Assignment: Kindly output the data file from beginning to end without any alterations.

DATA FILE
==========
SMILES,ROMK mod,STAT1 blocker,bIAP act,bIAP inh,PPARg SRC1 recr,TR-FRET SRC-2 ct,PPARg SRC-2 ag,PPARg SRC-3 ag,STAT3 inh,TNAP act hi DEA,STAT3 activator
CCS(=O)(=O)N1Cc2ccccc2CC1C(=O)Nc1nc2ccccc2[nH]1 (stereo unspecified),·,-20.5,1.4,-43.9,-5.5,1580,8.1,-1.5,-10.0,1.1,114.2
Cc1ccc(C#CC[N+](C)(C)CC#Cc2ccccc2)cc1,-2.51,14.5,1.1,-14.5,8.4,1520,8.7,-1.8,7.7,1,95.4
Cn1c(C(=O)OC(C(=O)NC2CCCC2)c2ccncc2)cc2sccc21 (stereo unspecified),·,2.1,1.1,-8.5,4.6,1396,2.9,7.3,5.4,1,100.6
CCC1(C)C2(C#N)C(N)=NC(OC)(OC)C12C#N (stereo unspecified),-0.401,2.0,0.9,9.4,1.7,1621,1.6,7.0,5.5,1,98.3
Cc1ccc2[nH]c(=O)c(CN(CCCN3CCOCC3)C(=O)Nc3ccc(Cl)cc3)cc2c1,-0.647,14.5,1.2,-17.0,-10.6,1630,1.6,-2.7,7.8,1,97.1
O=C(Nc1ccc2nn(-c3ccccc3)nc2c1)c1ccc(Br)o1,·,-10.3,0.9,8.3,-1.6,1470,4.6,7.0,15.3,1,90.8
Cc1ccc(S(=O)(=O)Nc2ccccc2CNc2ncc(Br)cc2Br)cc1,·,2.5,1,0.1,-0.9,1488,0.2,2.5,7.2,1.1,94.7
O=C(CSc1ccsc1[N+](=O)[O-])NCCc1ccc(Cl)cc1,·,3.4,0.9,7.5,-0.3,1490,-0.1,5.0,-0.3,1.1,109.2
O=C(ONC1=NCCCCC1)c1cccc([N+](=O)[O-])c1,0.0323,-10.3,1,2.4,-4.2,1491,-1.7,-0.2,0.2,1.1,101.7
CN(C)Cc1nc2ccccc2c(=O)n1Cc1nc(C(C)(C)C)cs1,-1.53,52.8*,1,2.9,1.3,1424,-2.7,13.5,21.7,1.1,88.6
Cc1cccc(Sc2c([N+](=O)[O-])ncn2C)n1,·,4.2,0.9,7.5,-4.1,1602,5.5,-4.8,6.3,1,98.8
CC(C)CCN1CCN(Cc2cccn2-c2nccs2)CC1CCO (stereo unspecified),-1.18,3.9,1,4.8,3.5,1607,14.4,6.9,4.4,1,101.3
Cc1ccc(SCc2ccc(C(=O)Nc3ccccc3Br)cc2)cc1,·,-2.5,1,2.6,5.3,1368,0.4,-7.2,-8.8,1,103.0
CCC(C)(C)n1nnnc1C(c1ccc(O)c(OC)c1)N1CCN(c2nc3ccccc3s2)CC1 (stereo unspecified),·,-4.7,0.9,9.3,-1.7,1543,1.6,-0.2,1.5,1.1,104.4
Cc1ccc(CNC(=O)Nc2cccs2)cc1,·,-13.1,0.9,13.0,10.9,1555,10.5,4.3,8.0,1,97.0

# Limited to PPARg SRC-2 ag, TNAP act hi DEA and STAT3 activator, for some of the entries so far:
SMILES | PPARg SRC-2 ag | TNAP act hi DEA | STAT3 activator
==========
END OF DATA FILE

SMILES,ROMK mod,STAT1 blocker,bIAP act,bIAP inh,PPARg SRC1 recr,TR-FRET SRC-2 ct,PPARg SRC-2 ag,PPARg SRC-3 ag,STAT3 inh,TNAP act hi DEA,STAT3 activator
CCS(=O)(=O)N1Cc2ccccc2CC1C(=O)Nc1nc2ccccc2[nH]1 (stereo unspecified),·,-20.5,1.4,-43.9,-5.5,1580,8.1,-1.5,-10.0,1.1,114.2
Cc1ccc(C#CC[N+](C)(C)CC#Cc2ccccc2)cc1,-2.51,14.5,1.1,-14.5,8.4,1520,8.7,-1.8,7.7,1,95.4
Cn1c(C(=O)OC(C(=O)NC2CCCC2)c2ccncc2)cc2sccc21 (stereo unspecified),·,2.1,1.1,-8.5,4.6,1396,2.9,7.3,5.4,1,100.6
CCC1(C)C2(C#N)C(N)=NC(OC)(OC)C12C#N (stereo unspecified),-0.401,2.0,0.9,9.4,1.7,1621,1.6,7.0,5.5,1,98.3
Cc1ccc2[nH]c(=O)c(CN(CCCN3CCOCC3)C(=O)Nc3ccc(Cl)cc3)cc2c1,-0.647,14.5,1.2,-17.0,-10.6,1630,1.6,-2.7,7.8,1,97.1
O=C(Nc1ccc2nn(-c3ccccc3)nc2c1)c1ccc(Br)o1,·,-10.3,0.9,8.3,-1.6,1470,4.6,7.0,15.3,1,90.8
Cc1ccc(S(=O)(=O)Nc2ccccc2CNc2ncc(Br)cc2Br)cc1,·,2.5,1,0.1,-0.9,1488,0.2,2.5,7.2,1.1,94.7
O=C(CSc1ccsc1[N+](=O)[O-])NCCc1ccc(Cl)cc1,·,3.4,0.9,7.5,-0.3,1490,-0.1,5.0,-0.3,1.1,109.2
O=C(ONC1=NCCCCC1)c1cccc([N+](=O)[O-])c1,0.0323,-10.3,1,2.4,-4.2,1491,-1.7,-0.2,0.2,1.1,101.7
CN(C)Cc1nc2ccccc2c(=O)n1Cc1nc(C(C)(C)C)cs1,-1.53,52.8*,1,2.9,1.3,1424,-2.7,13.5,21.7,1.1,88.6
Cc1cccc(Sc2c([N+](=O)[O-])ncn2C)n1,·,4.2,0.9,7.5,-4.1,1602,5.5,-4.8,6.3,1,98.8
CC(C)CCN1CCN(Cc2cccn2-c2nccs2)CC1CCO (stereo unspecified),-1.18,3.9,1,4.8,3.5,1607,14.4,6.9,4.4,1,101.3
Cc1ccc(SCc2ccc(C(=O)Nc3ccccc3Br)cc2)cc1,·,-2.5,1,2.6,5.3,1368,0.4,-7.2,-8.8,1,103.0
CCC(C)(C)n1nnnc1C(c1ccc(O)c(OC)c1)N1CCN(c2nc3ccccc3s2)CC1 (stereo unspecified),·,-4.7,0.9,9.3,-1.7,1543,1.6,-0.2,1.5,1.1,104.4
Cc1ccc(CNC(=O)Nc2cccs2)cc1,·,-13.1,0.9,13.0,10.9,1555,10.5,4.3,8.0,1,97.0

# Limited to PPARg SRC-2 ag, TNAP act hi DEA and STAT3 activator, for some of the entries so far:
SMILES | PPARg SRC-2 ag | TNAP act hi DEA | STAT3 activator